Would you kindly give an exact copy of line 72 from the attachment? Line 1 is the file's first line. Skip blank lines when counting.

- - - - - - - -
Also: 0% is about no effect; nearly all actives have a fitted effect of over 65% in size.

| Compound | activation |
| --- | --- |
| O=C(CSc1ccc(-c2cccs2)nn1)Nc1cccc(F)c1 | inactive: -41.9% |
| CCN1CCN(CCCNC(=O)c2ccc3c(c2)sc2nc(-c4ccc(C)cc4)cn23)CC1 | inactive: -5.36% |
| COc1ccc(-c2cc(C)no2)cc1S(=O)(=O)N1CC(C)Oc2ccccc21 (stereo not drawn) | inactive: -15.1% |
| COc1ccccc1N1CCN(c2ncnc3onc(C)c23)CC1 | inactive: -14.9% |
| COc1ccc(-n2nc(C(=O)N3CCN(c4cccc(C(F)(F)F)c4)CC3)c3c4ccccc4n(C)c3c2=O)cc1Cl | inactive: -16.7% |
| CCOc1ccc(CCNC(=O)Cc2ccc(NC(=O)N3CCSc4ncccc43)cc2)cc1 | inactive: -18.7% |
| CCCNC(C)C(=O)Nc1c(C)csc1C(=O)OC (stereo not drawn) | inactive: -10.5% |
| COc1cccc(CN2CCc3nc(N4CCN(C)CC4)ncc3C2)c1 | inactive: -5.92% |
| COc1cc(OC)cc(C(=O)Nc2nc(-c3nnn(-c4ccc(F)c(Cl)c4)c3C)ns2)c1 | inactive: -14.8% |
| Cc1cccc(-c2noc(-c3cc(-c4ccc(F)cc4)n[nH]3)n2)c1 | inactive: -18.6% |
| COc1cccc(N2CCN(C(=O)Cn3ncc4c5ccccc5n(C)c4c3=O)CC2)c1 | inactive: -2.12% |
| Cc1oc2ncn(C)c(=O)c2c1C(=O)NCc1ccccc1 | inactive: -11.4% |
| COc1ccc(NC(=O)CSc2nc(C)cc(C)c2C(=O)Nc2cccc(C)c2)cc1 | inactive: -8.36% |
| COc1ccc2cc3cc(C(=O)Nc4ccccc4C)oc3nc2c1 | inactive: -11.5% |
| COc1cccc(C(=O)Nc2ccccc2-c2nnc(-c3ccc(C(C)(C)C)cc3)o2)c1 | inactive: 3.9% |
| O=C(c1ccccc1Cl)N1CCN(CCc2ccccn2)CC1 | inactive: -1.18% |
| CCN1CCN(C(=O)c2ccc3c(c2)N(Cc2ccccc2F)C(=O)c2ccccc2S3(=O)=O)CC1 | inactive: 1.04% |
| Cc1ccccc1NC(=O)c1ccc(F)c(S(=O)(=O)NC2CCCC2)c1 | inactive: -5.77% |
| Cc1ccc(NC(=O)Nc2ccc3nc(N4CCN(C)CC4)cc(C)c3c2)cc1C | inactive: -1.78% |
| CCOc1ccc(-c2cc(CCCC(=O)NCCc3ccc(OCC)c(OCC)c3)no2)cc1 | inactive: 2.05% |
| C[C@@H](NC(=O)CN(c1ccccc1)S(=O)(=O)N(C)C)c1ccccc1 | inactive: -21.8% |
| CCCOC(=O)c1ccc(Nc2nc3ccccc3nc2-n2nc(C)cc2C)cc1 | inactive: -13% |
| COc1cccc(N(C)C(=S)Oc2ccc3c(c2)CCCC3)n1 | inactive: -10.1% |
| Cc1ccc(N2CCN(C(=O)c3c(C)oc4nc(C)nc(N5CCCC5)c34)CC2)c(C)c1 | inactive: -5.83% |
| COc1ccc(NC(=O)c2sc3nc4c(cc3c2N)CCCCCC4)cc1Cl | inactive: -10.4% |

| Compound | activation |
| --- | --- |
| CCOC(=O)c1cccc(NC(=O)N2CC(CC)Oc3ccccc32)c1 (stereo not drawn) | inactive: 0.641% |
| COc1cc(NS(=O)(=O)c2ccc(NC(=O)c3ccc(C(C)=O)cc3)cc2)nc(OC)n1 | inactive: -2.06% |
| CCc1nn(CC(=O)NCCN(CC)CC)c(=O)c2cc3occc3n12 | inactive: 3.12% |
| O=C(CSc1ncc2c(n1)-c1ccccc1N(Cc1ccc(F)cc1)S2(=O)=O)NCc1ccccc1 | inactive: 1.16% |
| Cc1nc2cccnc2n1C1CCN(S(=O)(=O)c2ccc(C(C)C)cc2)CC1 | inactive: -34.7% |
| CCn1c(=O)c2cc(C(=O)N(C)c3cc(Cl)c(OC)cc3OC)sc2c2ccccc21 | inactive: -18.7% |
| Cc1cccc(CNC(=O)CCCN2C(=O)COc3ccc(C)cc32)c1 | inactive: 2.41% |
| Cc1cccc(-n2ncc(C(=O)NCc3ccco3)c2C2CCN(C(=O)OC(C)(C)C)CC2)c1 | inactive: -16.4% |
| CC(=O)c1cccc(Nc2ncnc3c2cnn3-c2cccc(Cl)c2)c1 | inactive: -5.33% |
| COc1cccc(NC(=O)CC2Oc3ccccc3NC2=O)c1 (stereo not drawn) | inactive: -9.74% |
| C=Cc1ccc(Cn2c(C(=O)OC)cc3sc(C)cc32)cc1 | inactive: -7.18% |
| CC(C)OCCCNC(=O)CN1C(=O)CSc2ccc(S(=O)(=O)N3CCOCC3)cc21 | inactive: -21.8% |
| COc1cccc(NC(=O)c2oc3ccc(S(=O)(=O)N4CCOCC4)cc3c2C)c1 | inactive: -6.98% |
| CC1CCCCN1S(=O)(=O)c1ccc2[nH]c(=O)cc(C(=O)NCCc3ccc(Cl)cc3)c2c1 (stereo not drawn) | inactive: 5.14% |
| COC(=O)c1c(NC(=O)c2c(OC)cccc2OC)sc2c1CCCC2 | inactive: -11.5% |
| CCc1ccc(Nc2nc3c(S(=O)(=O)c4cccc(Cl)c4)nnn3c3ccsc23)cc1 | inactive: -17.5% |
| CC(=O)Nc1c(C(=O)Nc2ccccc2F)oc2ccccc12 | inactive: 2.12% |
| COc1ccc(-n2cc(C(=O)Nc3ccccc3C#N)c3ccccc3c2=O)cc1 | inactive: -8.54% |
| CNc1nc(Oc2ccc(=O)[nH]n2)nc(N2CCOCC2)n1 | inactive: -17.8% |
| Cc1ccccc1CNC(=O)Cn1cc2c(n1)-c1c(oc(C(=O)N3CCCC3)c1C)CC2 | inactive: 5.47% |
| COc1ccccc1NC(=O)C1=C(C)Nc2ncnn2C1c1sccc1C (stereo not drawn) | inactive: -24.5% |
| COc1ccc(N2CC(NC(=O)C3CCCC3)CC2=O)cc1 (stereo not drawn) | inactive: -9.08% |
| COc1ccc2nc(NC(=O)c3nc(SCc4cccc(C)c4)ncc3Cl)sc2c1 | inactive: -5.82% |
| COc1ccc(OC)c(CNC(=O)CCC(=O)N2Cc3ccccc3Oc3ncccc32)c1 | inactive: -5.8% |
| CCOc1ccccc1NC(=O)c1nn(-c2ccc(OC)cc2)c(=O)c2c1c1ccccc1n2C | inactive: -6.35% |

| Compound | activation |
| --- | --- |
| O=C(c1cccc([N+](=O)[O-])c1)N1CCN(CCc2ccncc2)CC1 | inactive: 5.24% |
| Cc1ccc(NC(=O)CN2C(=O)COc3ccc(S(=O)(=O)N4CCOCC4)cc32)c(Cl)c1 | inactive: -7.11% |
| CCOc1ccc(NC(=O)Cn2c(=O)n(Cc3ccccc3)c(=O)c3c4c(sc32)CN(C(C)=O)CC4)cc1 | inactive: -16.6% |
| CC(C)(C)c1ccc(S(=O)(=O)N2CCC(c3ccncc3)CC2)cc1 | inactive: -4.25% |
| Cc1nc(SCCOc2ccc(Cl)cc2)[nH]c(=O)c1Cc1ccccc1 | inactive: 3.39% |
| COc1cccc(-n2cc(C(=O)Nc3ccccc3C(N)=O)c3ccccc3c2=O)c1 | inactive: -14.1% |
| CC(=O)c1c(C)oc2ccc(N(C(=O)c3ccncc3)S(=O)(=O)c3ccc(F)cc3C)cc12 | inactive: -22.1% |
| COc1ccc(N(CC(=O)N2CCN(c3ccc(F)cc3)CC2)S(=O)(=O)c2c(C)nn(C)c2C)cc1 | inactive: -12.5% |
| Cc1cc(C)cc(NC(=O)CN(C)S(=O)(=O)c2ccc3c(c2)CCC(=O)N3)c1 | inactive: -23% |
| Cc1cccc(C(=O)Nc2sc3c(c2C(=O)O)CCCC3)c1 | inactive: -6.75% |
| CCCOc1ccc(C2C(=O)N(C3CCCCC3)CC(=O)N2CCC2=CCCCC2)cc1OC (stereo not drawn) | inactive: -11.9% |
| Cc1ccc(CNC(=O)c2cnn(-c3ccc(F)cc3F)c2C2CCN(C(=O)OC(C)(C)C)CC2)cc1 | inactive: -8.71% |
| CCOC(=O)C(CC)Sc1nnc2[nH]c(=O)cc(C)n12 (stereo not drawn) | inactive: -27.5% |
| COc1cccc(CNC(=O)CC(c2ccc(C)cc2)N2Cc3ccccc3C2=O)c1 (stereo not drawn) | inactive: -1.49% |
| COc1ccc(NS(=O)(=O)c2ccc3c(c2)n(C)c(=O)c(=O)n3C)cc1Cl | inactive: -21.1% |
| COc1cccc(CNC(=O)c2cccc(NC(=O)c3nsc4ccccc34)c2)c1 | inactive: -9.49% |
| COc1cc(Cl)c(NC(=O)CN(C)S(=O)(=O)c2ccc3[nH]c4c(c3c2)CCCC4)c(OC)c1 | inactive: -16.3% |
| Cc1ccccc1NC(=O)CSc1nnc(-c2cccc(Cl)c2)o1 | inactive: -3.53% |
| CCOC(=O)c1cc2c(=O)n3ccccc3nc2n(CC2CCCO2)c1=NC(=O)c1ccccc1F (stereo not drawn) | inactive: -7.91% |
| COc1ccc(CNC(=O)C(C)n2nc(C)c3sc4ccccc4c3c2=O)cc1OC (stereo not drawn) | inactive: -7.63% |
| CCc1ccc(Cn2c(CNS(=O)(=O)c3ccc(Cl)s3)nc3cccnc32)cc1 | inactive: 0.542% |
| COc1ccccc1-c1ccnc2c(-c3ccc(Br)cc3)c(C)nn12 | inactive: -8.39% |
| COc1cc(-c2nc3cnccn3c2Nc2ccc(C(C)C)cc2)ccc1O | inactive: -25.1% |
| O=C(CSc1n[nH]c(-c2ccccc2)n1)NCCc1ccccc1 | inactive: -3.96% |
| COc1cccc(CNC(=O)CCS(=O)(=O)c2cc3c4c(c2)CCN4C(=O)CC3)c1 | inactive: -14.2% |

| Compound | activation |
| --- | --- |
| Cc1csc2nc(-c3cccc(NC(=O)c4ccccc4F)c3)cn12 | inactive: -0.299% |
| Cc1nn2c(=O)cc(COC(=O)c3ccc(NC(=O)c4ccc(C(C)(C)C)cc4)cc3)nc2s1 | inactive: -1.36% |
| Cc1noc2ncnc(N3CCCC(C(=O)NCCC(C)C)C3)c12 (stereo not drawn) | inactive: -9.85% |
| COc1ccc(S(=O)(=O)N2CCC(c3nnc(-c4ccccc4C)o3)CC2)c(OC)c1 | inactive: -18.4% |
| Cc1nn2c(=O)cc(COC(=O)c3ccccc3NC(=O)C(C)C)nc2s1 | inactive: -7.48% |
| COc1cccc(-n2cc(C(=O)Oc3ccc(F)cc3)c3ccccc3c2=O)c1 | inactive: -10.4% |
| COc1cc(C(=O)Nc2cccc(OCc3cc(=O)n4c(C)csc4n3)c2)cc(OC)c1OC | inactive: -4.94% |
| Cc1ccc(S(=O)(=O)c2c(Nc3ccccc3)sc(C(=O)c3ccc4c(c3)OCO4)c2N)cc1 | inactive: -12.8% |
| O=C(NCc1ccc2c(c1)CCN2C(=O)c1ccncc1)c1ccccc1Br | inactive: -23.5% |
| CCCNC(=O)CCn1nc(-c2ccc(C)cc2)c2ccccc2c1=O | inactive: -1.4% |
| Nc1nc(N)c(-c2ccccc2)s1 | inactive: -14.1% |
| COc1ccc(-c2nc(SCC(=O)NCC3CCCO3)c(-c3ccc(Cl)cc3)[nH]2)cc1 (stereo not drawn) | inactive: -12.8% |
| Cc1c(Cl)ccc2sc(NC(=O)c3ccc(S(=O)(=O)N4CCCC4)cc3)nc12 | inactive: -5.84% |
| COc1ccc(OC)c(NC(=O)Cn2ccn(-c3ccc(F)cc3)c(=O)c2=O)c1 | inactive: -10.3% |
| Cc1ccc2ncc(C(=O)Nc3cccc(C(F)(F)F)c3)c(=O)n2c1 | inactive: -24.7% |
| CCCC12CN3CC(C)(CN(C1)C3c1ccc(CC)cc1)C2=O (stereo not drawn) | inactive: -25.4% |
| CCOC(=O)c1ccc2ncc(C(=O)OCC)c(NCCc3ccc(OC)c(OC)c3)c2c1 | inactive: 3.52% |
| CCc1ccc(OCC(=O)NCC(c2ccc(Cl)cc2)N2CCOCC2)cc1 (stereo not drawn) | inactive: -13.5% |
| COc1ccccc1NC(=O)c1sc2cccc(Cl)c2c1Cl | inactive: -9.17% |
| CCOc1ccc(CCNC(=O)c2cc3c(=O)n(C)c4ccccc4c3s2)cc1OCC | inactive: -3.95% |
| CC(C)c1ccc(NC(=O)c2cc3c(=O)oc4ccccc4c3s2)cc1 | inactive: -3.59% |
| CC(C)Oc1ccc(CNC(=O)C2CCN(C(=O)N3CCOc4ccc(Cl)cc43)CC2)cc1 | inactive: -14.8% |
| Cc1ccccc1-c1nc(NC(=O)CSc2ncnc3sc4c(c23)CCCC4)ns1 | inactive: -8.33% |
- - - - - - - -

| COc1ccc(NS(=O)(=O)c2ccc3c(c2)n(C)c(=O)c(=O)n3C)cc1Cl | inactive: -21.1% |